Companies spent $323 billion on research and development performed in the United States during 2013, 6.7 percent more than the $302 billion they spent the previous year.
A new report from the National Science Foundation's National Center for Science and Engineering Statistics (NCSES) finds that the companies' own level of R&D funding also rose, going from $247 billion to $265 billion between 2012 and 2013. The federal government was the chief source of external funding companies put into R&D, accounting for $29 billion in 2013, most of which came from the Defense Department.
Manufacturing industries, including chemicals, machinery and computer products, were responsible for 69 percent—or $221 billion—of domestic R&D spending in 2013. Of the nonmanufacturing industries, the most R&D spending came from the information sector, which includes software publishers and others, with $57 billion, followed by professional, scientific and technical services, with $31 billion.
U.S. companies that performed or funded R&D reported domestic net sales of $10 trillion in 2013. Those businesses employed 20 million people, a total of 1.5 million of whom were employees associated with R&D efforts. Of those 1.5 million workers, 30 percent were at small companies, 43 percent were at mid-size companies and 27 percent were at the largest companies.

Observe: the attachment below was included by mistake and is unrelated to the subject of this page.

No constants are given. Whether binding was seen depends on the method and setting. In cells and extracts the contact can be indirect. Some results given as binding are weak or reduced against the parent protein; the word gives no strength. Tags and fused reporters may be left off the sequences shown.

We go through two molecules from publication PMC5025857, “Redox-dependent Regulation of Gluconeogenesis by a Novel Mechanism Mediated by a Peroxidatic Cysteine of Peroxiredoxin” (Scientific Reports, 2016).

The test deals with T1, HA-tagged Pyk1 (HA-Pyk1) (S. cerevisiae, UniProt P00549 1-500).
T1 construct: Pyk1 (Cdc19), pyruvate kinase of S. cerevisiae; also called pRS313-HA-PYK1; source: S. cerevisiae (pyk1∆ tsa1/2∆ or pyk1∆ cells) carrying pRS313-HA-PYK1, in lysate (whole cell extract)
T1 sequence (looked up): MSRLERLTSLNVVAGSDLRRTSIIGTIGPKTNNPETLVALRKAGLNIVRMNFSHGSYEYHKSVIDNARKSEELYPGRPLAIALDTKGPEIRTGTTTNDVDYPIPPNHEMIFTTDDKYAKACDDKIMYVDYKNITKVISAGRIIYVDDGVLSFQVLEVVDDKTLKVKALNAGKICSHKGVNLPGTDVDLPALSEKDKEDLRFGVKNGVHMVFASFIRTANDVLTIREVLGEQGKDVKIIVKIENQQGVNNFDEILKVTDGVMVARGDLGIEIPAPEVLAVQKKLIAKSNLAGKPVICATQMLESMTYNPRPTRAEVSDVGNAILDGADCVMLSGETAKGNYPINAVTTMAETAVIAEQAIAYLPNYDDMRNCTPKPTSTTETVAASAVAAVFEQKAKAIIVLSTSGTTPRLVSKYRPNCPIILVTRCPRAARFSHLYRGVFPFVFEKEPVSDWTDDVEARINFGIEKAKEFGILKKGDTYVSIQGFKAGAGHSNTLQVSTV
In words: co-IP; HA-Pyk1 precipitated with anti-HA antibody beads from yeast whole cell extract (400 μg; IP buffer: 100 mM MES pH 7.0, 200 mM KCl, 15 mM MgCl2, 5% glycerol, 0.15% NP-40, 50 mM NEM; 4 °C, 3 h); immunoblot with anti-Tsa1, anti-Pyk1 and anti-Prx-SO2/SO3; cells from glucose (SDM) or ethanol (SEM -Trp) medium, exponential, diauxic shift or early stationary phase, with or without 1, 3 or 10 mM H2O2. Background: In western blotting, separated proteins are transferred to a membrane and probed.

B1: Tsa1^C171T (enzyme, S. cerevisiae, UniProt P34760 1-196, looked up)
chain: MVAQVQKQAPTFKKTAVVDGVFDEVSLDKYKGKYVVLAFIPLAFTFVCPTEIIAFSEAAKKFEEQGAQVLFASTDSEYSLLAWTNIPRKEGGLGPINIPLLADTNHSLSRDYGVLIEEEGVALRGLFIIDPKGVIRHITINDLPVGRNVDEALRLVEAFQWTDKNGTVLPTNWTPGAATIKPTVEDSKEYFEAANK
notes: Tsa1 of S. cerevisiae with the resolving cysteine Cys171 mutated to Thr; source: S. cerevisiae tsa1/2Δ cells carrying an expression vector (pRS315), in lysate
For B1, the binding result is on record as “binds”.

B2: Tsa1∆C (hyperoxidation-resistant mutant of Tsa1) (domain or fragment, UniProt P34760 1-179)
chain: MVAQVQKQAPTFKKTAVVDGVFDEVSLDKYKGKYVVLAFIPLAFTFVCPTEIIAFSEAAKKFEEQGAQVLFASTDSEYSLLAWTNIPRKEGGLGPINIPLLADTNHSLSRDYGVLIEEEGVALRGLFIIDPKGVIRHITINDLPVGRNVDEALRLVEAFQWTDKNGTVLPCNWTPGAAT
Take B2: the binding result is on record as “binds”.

NCSES found that business R&D spending is concentrated in a relatively small number of states, with businesses in California accounting for 29 percent of the investments companies made from their own funding. Other states with large amounts of company-funded R&D included Michigan (5.4 percent), Massachusetts (5.3 percent), Washington (5.3 percent), Texas (5.1 percent), Illinois (4.5 percent), New Jersey (4.5 percent), New York (3.6 percent) and Pennsylvania (3.8 percent).
Explore further: NSF report details increase in business research and development